Phonetics Roadshow—Freya Shipley SpecGram Vol CLXI, No 3 Contents The Cycle of Language Exchange in Pinnacle Sherpa: new evidence for the reversibility of language shift—Keith W. Slater

Texan for Linguists

Katy Jo Parker
Truman ‘Tex’ Beauregard

This article is not about the descriptively interesting linguistic features of Texan dialects of English (such as incipient fixin’, singular they, modal stacking, second person plural y’all, ain’t and cain’t, bidness, coke for soda, etc.) nor is it about any of the interesting Spanish-related linguistic phenomena in Texas (such as “Spanglish”, Chicano and Tejano English, code-switching, or Pachuco slang).

Rather, this article is about the colorful language and evocative phrasing that makes Texan English a much-talked-about dialect, even (and especially) outside linguistic circles. Linguistics as a whole should seek to emulate Texan Englishand in fact the field should do anything it can to make the field itself more talked-about (especially) outside linguistic circles.

Jonathan van der Meer’s superficially similar proposal, made in “The Assumption of Slang” has been a disastrous and dismal failure. The primary difference between our proposal and his is that ours seeks to unify linguists and non-linguists with interesting turns of phrase, while van der Meer seeks to divide the world into “cliquish groups” with impenetrable jargon.

The following Texan-inspired colloquialisms should be worked into linguists’ conversations with both linguists and non-linguists.

· “All theory and no data”
· full of talk, but lacking in substance
· cf. “All hat and no cattle”

· “He could sell consonants to a Ubykh”
· having unusual powers of persuasion
· cf. “He could sell ice to an Eskimo”

· “Older than Proto-Sapiens”
· old, ridiculously old
· cf. “Older than dirt”

· “Dumber than a department of Sapir-Whorfians”
· dumb, really dumb
· cf. “Dumber than a box of hammers”

· “I can transcribe it for you, but I can’t pronounce it for you”
· to get the benefit of something you have to do the work yourself
· cf. “I can explain it for you, but I can’t understand it for you”

· “Meaner than an emeritus stratificationalist”
· pretty darn mean, especially dangerous if cornered
· cf. “Meaner than a junkyard dog”

· “He couldn’t find his /æ/ with both hands and a vowel chart”
· quite clueless
· cf. “He couldn’t find his ass with both hands and a flashlight”

· “He ain’t got the sense Chomsky gave a descriptivist”
· pretty darn dumb, liable to do something stupidly embarrassing in public
· cf. “He ain’t got the sense god gave a goat”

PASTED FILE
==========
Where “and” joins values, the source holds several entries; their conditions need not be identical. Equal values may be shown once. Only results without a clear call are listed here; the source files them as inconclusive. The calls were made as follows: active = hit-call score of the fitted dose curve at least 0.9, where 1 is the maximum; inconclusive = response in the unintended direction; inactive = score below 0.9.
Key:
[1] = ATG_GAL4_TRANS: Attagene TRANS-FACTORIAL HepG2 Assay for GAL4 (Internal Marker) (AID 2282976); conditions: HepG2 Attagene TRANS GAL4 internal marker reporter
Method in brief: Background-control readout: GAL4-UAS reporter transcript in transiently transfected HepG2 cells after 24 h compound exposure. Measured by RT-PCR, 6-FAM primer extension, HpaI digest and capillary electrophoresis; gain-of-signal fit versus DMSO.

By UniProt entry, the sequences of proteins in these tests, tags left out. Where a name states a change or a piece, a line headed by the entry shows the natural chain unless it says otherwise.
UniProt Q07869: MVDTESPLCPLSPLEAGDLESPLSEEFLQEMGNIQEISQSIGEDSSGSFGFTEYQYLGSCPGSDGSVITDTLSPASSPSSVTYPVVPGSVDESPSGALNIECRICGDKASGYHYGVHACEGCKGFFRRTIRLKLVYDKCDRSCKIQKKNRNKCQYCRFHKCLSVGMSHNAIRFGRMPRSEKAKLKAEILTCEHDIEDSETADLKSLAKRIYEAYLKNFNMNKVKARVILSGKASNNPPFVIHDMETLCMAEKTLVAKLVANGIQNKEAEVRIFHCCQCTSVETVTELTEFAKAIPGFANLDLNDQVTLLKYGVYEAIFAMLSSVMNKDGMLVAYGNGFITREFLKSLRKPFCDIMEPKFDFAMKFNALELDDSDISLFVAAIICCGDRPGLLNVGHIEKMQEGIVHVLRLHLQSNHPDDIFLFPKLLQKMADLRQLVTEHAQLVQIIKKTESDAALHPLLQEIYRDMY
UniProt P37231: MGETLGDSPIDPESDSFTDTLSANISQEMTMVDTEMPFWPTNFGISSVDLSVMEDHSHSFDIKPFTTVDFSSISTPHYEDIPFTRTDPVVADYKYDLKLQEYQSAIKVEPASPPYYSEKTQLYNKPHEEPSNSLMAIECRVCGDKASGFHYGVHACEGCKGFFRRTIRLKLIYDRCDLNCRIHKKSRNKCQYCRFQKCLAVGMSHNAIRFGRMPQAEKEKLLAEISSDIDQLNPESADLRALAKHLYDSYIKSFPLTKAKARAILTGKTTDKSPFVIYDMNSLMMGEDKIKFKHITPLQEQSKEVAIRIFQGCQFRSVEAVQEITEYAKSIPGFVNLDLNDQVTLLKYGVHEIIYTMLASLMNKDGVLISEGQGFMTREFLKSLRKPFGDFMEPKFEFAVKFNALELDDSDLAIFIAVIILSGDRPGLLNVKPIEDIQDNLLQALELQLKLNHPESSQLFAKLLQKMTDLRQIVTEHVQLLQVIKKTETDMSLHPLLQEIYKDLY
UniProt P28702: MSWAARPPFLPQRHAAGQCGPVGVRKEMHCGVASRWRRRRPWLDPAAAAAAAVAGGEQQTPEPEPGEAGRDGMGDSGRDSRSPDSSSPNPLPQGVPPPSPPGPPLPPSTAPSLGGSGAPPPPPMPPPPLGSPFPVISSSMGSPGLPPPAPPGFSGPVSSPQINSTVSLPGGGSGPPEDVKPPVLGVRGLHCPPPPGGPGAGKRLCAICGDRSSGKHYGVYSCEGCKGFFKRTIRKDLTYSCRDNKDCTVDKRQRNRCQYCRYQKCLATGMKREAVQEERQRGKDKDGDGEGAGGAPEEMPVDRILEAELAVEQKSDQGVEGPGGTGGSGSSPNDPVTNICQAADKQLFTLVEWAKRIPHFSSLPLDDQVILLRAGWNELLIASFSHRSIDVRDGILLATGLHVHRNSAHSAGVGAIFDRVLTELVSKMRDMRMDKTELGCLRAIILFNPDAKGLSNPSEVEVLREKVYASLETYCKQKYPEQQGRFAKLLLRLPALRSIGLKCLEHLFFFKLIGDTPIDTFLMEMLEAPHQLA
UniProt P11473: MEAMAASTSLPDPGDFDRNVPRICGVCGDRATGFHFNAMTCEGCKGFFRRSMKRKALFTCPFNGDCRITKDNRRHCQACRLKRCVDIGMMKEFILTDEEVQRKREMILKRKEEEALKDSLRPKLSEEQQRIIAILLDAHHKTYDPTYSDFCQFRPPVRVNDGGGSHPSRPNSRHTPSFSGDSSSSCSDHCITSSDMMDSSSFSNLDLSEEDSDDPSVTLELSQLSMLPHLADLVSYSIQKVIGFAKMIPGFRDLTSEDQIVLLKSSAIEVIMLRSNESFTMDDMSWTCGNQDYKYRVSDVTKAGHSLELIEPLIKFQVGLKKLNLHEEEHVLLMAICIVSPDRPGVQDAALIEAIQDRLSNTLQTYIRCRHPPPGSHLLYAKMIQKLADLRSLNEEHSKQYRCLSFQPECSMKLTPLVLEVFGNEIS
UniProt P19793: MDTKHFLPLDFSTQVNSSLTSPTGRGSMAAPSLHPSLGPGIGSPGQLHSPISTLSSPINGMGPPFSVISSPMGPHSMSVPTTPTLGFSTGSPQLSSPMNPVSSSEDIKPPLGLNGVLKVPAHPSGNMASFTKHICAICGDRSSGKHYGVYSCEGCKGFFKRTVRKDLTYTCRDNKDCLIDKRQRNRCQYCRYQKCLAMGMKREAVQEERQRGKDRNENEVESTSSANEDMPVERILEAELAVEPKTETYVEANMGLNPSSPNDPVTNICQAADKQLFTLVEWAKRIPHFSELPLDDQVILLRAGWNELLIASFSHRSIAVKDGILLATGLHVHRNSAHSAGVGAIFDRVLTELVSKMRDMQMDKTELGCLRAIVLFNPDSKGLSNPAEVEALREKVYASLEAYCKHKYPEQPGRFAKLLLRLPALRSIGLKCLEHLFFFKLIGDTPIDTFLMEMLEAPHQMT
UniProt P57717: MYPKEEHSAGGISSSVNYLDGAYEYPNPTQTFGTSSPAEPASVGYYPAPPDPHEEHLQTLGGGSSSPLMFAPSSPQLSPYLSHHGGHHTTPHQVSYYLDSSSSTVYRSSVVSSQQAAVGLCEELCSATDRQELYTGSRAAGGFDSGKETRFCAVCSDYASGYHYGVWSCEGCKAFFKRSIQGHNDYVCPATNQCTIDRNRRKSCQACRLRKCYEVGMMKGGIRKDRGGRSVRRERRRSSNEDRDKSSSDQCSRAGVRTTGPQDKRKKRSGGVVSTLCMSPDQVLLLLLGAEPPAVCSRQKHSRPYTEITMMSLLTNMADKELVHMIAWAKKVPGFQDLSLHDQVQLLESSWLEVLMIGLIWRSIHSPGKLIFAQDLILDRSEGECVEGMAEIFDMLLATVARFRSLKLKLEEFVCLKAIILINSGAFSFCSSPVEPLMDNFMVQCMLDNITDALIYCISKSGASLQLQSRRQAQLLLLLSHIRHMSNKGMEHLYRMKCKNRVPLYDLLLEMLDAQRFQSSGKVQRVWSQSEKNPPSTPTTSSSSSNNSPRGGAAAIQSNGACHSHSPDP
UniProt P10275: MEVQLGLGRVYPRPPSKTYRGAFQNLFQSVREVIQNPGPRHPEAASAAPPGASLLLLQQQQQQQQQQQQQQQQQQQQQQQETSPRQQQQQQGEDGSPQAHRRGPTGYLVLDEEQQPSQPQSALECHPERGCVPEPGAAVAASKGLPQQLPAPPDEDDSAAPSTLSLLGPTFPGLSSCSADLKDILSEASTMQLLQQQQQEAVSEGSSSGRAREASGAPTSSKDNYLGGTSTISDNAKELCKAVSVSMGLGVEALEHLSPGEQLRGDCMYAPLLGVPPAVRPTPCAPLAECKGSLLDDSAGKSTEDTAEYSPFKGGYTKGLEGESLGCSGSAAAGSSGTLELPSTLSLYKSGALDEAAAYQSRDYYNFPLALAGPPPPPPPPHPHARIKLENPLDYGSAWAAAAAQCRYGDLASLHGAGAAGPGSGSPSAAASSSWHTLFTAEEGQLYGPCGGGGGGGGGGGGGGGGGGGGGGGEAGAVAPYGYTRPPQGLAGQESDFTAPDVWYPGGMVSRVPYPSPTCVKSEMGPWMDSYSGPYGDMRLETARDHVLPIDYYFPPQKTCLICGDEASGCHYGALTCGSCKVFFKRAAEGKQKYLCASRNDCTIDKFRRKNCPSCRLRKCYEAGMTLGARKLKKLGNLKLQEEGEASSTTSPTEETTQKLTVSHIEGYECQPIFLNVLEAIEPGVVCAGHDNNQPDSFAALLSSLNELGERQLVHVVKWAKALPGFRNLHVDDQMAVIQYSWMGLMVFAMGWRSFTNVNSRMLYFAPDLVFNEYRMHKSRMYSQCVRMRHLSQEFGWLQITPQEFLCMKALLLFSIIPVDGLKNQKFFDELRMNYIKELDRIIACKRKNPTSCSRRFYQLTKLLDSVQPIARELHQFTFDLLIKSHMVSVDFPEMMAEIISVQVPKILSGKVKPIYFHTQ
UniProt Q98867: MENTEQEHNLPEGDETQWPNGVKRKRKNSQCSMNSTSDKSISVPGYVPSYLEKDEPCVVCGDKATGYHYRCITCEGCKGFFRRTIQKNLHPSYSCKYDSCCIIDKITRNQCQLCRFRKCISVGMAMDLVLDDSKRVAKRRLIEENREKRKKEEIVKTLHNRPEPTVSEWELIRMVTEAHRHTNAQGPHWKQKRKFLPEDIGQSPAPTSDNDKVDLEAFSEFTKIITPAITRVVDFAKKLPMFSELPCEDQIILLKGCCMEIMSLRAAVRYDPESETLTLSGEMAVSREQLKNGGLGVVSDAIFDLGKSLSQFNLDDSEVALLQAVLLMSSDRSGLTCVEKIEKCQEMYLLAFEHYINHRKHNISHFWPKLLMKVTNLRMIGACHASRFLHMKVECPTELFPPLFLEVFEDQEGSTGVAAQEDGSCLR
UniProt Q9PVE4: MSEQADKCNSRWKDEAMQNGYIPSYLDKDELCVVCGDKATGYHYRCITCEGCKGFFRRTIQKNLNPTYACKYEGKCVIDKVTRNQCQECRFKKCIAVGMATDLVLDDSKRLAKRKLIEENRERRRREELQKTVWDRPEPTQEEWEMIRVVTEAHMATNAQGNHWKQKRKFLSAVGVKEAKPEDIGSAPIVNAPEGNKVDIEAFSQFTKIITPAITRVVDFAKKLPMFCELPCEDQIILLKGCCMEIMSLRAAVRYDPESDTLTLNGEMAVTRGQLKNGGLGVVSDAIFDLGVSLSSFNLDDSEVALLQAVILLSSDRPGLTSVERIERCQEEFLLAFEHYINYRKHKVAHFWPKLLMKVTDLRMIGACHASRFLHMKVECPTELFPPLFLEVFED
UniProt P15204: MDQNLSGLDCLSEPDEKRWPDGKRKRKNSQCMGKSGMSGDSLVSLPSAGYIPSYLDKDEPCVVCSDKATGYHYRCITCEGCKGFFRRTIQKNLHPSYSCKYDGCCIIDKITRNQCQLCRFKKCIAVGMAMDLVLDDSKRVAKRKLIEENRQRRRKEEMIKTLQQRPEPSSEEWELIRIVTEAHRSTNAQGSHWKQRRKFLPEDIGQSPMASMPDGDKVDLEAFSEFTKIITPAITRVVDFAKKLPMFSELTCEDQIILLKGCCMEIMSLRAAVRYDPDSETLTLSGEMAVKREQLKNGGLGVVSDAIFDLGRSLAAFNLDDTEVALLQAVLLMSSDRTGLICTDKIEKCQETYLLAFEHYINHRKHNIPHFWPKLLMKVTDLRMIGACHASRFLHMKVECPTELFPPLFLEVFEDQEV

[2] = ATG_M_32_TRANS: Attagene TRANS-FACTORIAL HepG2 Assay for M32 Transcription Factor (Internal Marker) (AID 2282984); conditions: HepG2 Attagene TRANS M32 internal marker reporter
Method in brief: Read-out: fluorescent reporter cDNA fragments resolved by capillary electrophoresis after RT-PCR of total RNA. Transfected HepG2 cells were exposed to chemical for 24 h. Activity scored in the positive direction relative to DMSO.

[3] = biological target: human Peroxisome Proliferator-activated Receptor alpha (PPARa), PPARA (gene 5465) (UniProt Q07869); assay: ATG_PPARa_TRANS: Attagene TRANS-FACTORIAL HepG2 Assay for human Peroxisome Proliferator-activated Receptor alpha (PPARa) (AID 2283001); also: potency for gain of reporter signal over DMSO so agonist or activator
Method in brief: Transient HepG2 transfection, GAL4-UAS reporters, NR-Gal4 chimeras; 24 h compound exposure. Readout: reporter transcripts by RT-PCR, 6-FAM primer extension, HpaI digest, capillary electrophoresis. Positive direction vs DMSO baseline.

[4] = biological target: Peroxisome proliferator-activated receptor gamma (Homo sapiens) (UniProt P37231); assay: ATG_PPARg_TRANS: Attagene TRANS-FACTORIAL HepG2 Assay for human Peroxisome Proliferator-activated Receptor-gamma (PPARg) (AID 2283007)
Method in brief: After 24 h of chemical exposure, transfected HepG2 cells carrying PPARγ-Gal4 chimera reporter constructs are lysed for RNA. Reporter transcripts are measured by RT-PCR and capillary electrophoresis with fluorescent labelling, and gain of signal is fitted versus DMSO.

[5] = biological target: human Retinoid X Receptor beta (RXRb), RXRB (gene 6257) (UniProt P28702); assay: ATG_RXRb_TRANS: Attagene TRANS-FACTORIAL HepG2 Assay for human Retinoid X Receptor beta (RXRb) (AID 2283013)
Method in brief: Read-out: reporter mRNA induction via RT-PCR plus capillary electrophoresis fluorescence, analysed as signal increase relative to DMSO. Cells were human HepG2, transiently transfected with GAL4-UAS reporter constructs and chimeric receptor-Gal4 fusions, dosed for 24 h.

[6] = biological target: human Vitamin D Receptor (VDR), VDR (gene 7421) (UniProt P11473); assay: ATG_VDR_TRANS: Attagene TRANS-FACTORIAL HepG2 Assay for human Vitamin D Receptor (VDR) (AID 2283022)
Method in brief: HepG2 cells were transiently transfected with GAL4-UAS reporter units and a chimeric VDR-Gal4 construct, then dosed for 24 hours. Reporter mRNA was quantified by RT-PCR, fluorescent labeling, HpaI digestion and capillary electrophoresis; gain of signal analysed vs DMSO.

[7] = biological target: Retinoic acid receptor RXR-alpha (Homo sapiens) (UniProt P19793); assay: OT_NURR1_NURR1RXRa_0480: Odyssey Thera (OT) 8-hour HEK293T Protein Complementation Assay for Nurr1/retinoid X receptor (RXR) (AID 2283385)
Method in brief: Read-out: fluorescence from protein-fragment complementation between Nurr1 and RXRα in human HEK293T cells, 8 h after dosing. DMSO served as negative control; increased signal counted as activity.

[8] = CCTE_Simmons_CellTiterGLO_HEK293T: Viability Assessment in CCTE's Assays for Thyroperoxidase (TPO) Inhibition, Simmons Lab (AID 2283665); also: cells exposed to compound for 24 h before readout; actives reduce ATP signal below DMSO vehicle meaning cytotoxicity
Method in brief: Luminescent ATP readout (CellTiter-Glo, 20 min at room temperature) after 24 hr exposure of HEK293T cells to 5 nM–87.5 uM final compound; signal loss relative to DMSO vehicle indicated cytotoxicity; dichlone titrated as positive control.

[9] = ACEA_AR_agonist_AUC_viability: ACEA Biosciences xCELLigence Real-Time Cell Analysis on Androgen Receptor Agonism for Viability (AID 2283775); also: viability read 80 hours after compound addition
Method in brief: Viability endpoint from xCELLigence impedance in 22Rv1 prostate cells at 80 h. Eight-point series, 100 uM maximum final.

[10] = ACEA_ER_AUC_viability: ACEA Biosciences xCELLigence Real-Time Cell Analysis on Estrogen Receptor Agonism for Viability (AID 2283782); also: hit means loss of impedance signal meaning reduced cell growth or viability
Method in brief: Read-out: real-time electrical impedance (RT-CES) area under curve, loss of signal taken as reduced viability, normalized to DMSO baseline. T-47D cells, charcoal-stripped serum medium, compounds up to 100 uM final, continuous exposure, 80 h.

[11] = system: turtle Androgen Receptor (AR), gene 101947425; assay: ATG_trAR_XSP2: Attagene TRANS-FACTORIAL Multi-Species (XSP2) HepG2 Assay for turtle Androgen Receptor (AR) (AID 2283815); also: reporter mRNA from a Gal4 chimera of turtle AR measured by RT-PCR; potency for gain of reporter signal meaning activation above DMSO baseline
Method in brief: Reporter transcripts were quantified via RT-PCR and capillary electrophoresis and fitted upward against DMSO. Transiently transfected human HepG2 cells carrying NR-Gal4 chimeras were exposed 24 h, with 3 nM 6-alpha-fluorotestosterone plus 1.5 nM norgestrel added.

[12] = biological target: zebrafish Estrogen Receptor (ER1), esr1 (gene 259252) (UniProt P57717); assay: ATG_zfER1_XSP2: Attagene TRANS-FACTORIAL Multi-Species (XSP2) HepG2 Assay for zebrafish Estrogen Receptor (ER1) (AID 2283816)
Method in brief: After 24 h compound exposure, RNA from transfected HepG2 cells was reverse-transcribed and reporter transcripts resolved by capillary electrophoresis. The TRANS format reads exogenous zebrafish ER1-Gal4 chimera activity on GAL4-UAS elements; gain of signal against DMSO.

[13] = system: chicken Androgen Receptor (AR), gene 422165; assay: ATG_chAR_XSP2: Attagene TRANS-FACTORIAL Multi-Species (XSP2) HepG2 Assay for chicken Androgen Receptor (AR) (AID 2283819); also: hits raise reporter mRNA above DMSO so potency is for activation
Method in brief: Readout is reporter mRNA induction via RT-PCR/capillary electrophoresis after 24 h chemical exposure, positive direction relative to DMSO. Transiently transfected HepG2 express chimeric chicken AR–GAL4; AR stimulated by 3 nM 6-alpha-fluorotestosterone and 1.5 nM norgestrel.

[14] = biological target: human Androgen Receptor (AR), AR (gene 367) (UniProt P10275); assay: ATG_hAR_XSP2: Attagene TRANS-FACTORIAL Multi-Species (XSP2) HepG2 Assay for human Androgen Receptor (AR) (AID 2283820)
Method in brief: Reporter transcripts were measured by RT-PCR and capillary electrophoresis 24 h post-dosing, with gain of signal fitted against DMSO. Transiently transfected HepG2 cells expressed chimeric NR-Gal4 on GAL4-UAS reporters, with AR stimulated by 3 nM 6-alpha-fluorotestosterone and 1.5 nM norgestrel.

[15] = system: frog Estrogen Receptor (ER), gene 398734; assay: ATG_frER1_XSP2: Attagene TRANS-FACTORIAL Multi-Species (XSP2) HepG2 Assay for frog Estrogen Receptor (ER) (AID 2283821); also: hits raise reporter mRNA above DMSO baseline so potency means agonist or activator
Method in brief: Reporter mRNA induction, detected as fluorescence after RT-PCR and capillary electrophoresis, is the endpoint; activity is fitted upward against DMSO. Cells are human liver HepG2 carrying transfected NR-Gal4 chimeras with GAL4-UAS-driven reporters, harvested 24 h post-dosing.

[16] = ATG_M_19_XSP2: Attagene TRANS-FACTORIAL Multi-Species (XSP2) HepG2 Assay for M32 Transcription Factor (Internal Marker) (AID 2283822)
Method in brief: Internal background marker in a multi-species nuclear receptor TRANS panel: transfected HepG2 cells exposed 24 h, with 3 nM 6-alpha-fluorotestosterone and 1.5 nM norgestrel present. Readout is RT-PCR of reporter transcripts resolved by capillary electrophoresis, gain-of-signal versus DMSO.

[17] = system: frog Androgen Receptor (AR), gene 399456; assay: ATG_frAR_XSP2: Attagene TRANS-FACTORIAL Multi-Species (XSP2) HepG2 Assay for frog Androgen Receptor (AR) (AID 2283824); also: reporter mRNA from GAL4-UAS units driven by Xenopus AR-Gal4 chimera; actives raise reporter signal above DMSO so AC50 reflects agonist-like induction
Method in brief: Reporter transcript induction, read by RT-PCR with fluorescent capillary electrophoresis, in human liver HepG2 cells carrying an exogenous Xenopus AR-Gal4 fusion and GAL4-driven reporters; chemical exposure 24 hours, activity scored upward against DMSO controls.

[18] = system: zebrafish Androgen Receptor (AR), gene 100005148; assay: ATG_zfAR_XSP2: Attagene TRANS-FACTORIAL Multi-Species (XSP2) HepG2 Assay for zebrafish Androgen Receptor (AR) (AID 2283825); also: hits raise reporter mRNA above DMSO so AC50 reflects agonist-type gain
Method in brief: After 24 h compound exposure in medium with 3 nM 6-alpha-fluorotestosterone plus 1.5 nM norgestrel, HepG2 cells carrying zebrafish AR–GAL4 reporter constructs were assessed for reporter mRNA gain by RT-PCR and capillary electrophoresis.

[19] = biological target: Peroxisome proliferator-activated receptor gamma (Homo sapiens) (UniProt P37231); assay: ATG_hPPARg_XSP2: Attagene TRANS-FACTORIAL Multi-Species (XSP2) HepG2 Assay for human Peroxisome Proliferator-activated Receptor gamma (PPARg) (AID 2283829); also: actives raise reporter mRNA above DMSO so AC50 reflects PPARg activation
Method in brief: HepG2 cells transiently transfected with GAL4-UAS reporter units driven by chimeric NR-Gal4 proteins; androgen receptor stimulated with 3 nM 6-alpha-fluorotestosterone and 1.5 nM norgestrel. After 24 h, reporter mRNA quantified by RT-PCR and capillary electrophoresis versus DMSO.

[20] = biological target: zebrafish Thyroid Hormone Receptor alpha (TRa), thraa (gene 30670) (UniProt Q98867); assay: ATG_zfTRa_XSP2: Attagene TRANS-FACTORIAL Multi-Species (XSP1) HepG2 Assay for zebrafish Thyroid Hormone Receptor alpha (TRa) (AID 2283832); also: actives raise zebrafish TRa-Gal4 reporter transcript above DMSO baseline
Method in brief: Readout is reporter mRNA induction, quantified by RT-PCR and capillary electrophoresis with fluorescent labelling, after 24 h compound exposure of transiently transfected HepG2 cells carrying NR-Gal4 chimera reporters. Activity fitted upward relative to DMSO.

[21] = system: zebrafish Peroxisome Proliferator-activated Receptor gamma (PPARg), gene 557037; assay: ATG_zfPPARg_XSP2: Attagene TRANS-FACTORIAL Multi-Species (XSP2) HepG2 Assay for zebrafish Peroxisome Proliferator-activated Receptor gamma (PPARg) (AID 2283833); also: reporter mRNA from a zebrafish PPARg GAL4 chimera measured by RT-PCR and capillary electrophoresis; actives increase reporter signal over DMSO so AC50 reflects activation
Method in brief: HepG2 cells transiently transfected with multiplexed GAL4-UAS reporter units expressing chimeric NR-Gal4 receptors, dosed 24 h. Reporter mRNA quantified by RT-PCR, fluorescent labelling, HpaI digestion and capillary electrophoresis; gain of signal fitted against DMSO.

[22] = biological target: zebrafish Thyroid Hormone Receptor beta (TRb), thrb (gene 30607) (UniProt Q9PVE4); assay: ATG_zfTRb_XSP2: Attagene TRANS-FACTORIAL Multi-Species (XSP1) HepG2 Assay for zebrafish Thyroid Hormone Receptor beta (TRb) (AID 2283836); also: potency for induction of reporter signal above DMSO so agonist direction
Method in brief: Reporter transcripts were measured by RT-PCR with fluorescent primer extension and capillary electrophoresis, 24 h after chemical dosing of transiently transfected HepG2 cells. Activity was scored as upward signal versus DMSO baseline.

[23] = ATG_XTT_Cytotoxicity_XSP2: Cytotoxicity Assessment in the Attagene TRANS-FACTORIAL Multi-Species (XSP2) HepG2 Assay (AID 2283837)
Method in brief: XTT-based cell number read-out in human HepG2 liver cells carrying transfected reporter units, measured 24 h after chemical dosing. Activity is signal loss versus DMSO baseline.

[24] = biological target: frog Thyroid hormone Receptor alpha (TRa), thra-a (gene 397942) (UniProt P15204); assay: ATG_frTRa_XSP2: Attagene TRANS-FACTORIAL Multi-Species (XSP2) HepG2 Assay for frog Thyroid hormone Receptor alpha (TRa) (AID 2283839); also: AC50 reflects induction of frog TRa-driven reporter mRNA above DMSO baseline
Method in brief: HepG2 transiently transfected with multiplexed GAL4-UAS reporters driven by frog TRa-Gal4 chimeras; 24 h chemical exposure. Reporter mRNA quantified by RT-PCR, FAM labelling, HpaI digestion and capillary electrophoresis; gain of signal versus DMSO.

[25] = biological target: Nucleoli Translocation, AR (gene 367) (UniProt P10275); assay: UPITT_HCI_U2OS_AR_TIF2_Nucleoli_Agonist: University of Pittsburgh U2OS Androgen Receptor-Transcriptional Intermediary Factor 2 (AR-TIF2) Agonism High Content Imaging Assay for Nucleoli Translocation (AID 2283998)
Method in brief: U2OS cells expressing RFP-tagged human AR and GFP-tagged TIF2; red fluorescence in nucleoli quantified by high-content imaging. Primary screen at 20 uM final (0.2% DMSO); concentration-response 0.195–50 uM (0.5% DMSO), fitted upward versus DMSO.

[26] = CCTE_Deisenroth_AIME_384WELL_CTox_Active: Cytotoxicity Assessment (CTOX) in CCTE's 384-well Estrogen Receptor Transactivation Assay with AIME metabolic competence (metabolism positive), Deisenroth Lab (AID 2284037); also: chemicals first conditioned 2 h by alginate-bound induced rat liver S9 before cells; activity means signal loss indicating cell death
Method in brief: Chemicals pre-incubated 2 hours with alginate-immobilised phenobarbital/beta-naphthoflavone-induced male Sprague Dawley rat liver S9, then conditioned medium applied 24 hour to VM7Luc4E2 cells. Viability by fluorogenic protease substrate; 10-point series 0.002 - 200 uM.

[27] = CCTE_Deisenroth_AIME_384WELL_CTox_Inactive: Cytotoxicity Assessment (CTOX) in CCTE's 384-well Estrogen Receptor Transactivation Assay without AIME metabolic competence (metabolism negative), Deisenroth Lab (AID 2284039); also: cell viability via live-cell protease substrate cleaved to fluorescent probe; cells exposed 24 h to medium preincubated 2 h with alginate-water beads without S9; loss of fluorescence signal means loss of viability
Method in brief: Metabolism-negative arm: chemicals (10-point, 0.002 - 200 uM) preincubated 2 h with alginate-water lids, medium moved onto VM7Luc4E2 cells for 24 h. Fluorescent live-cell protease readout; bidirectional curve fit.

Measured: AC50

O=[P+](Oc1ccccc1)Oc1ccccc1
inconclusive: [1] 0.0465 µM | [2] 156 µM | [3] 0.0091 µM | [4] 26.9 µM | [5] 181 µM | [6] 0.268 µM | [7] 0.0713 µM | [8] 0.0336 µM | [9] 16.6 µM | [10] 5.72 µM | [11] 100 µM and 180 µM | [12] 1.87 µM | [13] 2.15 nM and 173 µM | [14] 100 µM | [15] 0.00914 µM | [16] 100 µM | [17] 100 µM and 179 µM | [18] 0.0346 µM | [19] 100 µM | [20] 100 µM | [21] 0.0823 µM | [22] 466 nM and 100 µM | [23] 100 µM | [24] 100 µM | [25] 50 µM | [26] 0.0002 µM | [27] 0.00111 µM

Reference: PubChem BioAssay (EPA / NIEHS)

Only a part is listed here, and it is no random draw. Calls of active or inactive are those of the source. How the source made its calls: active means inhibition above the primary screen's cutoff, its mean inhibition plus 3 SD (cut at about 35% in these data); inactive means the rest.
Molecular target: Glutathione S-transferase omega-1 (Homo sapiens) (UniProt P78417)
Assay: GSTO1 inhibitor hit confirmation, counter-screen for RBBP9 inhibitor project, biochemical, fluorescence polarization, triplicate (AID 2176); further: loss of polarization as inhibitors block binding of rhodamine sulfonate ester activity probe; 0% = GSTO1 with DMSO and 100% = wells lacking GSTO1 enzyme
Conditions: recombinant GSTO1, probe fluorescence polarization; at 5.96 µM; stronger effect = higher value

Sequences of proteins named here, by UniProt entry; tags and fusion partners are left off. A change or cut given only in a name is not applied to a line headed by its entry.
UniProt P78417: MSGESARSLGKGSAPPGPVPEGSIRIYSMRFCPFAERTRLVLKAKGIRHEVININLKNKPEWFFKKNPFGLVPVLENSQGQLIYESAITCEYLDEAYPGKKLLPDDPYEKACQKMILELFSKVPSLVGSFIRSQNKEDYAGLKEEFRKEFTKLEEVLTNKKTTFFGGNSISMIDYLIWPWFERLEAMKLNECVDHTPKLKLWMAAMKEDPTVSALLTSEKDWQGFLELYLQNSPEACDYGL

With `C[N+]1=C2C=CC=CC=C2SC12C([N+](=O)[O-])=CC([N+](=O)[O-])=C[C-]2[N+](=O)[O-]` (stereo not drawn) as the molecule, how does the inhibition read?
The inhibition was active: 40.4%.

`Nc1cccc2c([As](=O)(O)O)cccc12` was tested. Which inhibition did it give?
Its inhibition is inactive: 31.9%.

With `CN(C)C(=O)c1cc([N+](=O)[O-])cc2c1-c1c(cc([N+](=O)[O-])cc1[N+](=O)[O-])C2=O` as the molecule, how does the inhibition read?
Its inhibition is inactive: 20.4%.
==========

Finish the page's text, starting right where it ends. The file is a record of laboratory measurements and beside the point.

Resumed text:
· “I’m the one parsing this phoneme”
· I don’t care if I’m doing it wrong, I’m doing it, not you, so butt the hell out
· cf. “I’m the one milking this duck”

· “Phony as a tri-branching tree”
· utterly and obviously fake
· cf. “Phony as a three dollar bill”

· “If it was an /s/ it would’ve fricated you”
· whatever you are looking for and not finding is both close by and obvious
· cf. “If it was a snake it would’ve bit you”

· “I trust him about as far as I can advance my tongue root”
· I don’t trust him at all
· cf. “I trust him about as far as I can throw him”

· “She ain’t got a click of good sense”
· she doesn’t have any common sense
· cf. “She ain’t got a lick of good sense”

· “I’m going to knock you into the middle of the next syllable”
· I’m going to hit you quite hard
· cf. “I’m going to knock you into the middle of next week”

· “I wouldn’t unstress him if he was a schwa”
· I wouldn’t exert the tiniest amount of effort for him
· cf. “I wouldn’t piss on him if he was on fire”

· “Ain’t nothing in the middle of the mouth but schwas and dead languages”
· it is vital to take a stand on matters of import
· cf. “Ain’t nothin’ in the middle of the road but yellow stripes and dead armadillos”

· “I didn’t just fall off the tip of Chomsky’s tongue”
· I’m not entirely naive and inexperienced
· cf. “I didn’t just fall off the turnip truck”

· “He looks like he’s been pronounced fortis and transcribed with non-standard symbols by a conlanger”
· looking very haggard, as a result of mistreatment
· cf. “He looks like he’s been rode hard and put up wet”

Phonetics RoadshowFreya Shipley
The Cycle of Language Exchange in Pinnacle Sherpa: new evidence for the reversibility of language shiftKeith W. Slater
SpecGram Vol CLXI, No 3 Contents